How These Organizations Are Aiding the African Startup Scene

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It’s no secret that the startup scene in Africa is booming. Across the entire continent, startups raised $1.3 million cumulatively in 2019, and there are no signs of slowing down. Compare this number to 2015’s $200 million, it’s clear that the growth trajectory of Africa shows plenty of potential. Nigeria and Kenya comprise the major share of investment dollars, accounting for 83% of all investments in 2019.

Today, many organizations are turning to Africa in search for the next wave of innovative thinking, and in order for this to succeed, the right support and resources is necessary. With this in mind, here are a few companies that are spearheading the way:

Boost Africa


Boost Africa is a program created to fund African businesses and harness the continent’s potential. There are three main components of Boost Africa; the investment program, the technical assistance pool, and the innovation and information lab.

The Invest Program includes seed funds and incubators, focusing on the ecosystem builders that generate opportunities. The investment component is structured as a co-investment partnership between the African Development Bank (AfDB) and the European Investment Bank (EIB), who both contribute $50 million to African organizations.

The Technical Assistance Pool provides business and technical training to startup founders, and the Innovation Lab helps foster promising ideas. Participants will be able to learn new technology and trends. In software development, they might learn how to use JFrog container registry to manage containers and repositories for Kubernetes deployments. They might also learn certain programming languages or how to use tools like Jira to manage agile development projects.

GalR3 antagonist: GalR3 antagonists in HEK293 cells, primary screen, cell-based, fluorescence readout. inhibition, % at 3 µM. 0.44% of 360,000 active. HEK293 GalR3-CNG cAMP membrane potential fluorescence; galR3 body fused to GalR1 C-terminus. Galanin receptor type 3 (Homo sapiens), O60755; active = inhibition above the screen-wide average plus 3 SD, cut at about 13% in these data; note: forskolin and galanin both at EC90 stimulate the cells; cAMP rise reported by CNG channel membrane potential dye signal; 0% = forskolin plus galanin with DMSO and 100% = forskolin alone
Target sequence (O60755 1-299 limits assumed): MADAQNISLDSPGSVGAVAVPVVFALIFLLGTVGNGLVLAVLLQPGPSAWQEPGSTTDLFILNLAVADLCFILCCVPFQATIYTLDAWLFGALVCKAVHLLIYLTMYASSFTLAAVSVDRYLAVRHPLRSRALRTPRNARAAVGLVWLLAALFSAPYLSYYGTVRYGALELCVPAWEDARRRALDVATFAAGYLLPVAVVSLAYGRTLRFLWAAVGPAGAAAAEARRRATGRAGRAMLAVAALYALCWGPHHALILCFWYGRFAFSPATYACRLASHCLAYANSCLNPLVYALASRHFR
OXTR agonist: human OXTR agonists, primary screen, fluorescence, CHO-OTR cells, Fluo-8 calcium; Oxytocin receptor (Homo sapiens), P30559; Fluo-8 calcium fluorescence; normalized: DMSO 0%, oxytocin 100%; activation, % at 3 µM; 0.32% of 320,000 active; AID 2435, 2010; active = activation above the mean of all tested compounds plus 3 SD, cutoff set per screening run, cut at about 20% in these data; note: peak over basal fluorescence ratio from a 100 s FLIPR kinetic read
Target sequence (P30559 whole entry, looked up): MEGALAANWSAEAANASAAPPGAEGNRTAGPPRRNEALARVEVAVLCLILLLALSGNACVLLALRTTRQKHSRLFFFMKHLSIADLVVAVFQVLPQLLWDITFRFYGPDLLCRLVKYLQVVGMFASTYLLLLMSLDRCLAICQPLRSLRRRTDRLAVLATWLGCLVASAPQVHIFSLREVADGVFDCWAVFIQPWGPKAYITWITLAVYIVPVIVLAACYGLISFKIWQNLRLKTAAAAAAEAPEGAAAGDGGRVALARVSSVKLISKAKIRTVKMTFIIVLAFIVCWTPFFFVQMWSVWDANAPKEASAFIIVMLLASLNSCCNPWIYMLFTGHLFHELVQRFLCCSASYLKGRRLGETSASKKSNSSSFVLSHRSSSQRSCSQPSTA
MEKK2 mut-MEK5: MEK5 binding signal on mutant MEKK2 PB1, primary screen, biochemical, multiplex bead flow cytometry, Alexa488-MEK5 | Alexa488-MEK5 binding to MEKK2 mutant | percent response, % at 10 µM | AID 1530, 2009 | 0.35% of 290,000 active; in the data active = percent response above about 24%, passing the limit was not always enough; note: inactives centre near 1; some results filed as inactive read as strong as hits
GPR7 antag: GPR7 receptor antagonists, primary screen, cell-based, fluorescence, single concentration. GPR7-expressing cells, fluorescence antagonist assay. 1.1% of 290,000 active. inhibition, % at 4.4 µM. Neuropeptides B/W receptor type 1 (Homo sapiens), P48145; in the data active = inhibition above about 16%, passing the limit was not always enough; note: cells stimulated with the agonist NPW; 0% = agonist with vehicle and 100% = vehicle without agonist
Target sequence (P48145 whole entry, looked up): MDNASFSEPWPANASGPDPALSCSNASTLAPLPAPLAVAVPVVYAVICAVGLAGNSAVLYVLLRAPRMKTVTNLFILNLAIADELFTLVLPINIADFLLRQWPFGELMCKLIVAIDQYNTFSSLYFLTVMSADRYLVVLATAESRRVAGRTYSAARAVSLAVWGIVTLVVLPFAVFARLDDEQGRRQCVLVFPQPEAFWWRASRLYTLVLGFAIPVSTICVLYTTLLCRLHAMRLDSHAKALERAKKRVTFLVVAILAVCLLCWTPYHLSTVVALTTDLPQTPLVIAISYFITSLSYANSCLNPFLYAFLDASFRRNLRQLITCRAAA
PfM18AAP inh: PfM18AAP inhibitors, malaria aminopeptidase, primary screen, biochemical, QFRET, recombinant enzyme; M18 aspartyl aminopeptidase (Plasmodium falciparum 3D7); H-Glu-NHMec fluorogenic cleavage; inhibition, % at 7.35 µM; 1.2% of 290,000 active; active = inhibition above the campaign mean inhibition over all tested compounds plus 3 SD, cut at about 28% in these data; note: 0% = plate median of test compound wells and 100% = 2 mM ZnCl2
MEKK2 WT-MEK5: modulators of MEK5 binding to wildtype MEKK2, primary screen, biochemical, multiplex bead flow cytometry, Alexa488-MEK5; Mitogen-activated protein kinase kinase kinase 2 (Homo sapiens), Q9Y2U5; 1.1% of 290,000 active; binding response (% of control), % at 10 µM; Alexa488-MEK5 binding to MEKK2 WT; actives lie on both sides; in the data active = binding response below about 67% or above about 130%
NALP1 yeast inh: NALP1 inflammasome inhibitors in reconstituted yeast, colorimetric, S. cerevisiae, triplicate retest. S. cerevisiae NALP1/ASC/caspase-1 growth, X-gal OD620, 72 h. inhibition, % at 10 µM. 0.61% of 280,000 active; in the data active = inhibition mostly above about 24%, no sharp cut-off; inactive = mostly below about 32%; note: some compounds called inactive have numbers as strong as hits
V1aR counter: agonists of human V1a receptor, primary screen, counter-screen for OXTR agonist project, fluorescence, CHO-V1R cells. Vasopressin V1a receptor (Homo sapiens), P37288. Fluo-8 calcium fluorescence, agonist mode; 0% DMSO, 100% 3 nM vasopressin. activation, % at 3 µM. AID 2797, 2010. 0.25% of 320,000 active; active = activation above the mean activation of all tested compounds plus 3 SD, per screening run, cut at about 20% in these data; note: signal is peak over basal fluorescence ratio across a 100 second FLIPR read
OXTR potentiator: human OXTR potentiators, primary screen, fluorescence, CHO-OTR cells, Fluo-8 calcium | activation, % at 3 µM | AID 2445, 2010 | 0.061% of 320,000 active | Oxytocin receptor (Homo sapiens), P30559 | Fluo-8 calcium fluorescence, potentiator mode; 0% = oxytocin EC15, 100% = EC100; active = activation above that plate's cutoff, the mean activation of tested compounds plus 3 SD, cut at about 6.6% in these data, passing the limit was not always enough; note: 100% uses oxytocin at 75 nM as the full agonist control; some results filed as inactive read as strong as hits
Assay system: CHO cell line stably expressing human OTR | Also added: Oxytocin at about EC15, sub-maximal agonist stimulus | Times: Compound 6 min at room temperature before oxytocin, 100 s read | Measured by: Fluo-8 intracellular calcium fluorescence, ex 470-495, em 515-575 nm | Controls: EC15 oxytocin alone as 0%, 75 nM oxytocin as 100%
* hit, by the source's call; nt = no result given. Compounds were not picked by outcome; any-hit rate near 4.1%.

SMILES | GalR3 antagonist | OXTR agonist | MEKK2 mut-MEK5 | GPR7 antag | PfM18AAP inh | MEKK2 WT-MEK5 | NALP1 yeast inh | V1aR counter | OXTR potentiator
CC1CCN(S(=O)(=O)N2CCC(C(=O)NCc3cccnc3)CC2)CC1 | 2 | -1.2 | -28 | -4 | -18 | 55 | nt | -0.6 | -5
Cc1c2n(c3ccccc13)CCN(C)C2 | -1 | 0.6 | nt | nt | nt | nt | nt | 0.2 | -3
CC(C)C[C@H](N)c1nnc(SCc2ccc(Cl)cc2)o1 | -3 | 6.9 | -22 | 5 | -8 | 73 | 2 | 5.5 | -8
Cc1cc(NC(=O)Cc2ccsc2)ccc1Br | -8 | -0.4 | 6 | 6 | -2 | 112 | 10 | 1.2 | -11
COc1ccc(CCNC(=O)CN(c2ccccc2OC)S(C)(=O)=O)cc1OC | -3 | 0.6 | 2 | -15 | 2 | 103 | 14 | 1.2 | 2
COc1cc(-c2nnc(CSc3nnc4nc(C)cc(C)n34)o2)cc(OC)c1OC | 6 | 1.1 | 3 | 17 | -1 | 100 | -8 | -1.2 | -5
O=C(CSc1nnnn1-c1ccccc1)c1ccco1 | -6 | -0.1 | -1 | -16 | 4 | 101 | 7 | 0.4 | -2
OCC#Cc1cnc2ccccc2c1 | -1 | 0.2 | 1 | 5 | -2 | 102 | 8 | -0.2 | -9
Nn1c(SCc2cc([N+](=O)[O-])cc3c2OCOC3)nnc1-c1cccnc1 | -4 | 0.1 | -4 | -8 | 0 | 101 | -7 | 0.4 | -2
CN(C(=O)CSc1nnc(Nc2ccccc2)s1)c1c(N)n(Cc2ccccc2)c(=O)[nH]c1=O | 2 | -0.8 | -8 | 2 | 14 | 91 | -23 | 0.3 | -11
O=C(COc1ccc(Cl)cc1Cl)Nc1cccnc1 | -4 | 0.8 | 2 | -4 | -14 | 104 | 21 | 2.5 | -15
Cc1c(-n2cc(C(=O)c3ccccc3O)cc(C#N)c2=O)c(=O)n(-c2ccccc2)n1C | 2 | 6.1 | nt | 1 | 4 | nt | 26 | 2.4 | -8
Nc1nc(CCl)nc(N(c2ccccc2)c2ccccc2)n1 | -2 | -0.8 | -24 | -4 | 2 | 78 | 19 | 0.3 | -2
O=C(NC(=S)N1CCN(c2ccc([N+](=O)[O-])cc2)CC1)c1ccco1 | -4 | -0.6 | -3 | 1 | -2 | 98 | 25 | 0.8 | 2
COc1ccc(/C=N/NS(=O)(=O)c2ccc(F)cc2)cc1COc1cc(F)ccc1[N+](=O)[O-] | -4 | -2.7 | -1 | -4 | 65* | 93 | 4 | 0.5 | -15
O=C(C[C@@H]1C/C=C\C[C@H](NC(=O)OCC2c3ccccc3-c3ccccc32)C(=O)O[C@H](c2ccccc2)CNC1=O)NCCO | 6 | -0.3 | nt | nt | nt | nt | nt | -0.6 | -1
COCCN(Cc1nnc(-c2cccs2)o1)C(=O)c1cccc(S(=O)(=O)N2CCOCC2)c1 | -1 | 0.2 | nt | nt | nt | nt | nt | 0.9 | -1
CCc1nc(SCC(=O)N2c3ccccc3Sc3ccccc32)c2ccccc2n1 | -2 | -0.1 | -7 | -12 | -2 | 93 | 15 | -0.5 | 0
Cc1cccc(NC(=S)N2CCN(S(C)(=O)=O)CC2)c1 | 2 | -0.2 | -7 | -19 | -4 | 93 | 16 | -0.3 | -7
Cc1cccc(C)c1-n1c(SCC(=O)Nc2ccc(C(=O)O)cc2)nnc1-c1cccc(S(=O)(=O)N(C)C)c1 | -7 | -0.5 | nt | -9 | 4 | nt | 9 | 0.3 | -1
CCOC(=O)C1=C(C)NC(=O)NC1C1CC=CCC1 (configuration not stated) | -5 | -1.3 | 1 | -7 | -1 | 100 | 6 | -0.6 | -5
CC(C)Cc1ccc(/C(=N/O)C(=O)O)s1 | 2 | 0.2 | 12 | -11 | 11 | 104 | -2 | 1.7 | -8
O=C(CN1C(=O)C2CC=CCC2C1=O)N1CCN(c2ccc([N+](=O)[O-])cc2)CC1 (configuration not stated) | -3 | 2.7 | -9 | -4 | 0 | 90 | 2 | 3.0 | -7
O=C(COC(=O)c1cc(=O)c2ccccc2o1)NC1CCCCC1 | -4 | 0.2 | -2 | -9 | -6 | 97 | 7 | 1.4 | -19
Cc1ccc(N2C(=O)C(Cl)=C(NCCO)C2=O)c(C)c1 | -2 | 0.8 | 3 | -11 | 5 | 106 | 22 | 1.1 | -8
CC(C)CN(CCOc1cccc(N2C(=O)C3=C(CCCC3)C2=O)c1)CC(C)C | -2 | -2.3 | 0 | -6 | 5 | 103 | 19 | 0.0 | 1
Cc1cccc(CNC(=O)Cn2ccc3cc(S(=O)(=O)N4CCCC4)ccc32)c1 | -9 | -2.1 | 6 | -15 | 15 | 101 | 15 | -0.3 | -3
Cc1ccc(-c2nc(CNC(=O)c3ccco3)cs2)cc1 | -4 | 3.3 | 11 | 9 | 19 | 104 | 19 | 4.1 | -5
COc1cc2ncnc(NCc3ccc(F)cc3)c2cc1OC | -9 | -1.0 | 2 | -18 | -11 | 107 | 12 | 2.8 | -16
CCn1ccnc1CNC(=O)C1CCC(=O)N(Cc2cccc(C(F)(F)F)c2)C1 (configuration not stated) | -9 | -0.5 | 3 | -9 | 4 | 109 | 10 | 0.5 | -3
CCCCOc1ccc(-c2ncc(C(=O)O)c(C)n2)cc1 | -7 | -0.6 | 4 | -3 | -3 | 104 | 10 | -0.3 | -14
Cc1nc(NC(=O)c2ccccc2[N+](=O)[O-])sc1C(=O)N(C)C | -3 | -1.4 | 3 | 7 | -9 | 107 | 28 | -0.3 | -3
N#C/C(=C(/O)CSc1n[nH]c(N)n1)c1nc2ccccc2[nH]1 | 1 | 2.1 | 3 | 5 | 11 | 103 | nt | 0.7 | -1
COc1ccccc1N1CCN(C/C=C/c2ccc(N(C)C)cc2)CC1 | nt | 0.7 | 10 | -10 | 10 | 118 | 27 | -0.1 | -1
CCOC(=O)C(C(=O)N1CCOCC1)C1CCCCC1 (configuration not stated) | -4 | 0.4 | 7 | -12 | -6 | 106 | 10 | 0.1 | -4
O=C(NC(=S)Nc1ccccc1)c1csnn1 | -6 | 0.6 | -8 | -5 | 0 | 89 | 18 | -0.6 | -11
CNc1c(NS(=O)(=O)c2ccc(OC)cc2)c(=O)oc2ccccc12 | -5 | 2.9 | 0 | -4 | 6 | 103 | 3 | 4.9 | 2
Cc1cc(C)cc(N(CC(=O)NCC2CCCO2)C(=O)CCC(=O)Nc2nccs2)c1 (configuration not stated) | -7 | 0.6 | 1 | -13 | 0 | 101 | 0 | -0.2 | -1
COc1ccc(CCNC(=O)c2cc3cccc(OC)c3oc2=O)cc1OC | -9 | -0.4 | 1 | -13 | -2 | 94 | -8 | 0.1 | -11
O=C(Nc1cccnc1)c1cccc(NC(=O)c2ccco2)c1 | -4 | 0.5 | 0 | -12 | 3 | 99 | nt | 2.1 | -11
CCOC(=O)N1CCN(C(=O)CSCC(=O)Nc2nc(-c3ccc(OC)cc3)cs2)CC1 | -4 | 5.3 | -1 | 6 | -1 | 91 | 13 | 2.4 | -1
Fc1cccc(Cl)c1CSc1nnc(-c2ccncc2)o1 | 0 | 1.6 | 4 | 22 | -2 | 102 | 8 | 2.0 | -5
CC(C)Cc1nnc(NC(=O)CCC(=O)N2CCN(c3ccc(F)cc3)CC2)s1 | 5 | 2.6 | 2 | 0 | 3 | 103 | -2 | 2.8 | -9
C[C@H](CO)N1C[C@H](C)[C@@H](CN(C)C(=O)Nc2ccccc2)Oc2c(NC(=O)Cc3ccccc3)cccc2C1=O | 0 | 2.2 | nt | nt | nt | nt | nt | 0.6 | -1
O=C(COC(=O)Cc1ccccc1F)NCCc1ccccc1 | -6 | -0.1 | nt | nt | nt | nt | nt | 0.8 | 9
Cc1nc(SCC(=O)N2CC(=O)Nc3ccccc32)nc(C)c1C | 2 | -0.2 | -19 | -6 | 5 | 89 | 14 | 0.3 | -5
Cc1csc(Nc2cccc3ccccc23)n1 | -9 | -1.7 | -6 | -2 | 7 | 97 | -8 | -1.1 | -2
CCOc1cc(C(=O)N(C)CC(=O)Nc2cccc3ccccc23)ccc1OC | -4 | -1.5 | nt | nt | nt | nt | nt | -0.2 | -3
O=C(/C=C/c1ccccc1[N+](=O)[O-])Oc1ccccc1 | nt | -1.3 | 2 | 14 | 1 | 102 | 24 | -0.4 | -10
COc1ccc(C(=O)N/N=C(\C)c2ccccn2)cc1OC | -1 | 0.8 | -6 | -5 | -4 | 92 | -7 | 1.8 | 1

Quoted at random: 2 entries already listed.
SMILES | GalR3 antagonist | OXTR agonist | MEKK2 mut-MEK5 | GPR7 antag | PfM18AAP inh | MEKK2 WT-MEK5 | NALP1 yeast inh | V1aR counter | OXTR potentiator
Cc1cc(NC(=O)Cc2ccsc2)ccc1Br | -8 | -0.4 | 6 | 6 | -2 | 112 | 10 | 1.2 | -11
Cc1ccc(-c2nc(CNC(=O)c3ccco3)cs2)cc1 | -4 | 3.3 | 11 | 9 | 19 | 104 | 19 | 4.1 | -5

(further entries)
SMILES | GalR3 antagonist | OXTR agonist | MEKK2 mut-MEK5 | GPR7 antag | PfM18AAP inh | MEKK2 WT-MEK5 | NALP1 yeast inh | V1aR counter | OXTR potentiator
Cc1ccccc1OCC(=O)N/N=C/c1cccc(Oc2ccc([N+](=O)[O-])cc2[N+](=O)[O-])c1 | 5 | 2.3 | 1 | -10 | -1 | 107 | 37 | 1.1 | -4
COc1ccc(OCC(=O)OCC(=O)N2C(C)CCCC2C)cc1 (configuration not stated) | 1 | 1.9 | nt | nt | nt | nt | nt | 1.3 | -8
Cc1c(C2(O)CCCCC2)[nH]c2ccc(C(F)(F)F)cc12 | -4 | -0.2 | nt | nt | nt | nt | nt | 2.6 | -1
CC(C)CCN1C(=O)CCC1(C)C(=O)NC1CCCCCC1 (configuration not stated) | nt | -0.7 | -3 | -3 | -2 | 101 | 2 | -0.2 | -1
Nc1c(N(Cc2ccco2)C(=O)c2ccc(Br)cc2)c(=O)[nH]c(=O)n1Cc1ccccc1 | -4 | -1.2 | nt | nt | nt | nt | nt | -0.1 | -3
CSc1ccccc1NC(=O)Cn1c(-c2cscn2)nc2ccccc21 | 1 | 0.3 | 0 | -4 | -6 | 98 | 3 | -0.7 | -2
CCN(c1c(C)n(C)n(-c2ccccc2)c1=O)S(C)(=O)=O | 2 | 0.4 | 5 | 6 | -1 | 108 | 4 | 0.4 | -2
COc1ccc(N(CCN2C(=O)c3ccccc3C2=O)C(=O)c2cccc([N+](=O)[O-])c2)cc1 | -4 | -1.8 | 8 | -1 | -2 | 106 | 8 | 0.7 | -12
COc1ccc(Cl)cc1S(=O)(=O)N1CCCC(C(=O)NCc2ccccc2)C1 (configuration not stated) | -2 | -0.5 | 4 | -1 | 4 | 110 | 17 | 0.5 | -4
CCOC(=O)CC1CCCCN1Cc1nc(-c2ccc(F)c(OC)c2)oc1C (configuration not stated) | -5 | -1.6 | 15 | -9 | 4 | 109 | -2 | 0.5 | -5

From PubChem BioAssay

Together, these components combine to form an initiative that prioritizes new African companies, and particularly those in healthcare, renewable energy, and education.

Future Africa Fund

Future Africa Fund is an angel fund dedicated exclusively to providing early stage capital exclusively to African startups. The platform provides coaching, capital, and community for startups whose missions contribute to the African ecosystem. Its “Collective” division comprises a community of co-investors who are seeking to fund startups that create innovative solutions to some of Africa’s most challenging issues.

One of its most lucrative investments is Andela, an engineering-as-a-service business that works alongside companies to help them build remote teams quickly and cost efficiently. The company boasts more than 1,000 developers, bringing plenty of jobs to the economies across Africa. The company also offers fellowships to train promising African residents, even if they have no formal educational training. According to Andela’s founder, the continent has the largest pool of untapped talent in the world, and they hope to change that.

Tunga

Like Andela, Tunga aims to connect clients with African developers. One of their primary missions is to help tackle the youth unemployment rate and educate the people of tomorrow. Consider these harrowing statistics: in Uganda, 78% of the population is under 30, and 83% of youth are unemployed. This is largely due to lagging infrastructure, English language barrier, and few educational resources. Headquartered in Uganda, the company works with clients around the world, although all of their developers hail from Africa, namely in Uganda, Nigeria, and Egypt.

Google Developers Training Courses

Google offers online development courses to help support the new wave of African software developers. According to the corporation, they have “a vision to help bridge the developer-skills gap in Africa by providing better access to high-quality, world-class skilling on mobile technologies and platforms. We aim to train 100,000 developers and aspiring new developers across Africa.” Through its development training program, users can learn a series of programming languages across different levels.

Y Combinator


Y Combinator is an incubator program headquartered in Silicon Valley, California. Although it isn’t located in Africa, the program is dedicated to creating incubator classes that include a diverse set of startups. In 2018, only 35% of its startups came from the United States, and since 2015, the incubator has brought in 19 African startups.

What makes Y Combinator such a noteworthy program is that it is arguably the best incubator program in the world. Acceptance rates into the program are even lower than Ivy League admissions. The program is highly selective and highly connected; they provide some of the best mentorships and connection opportunities, which are crucial for early stage startups.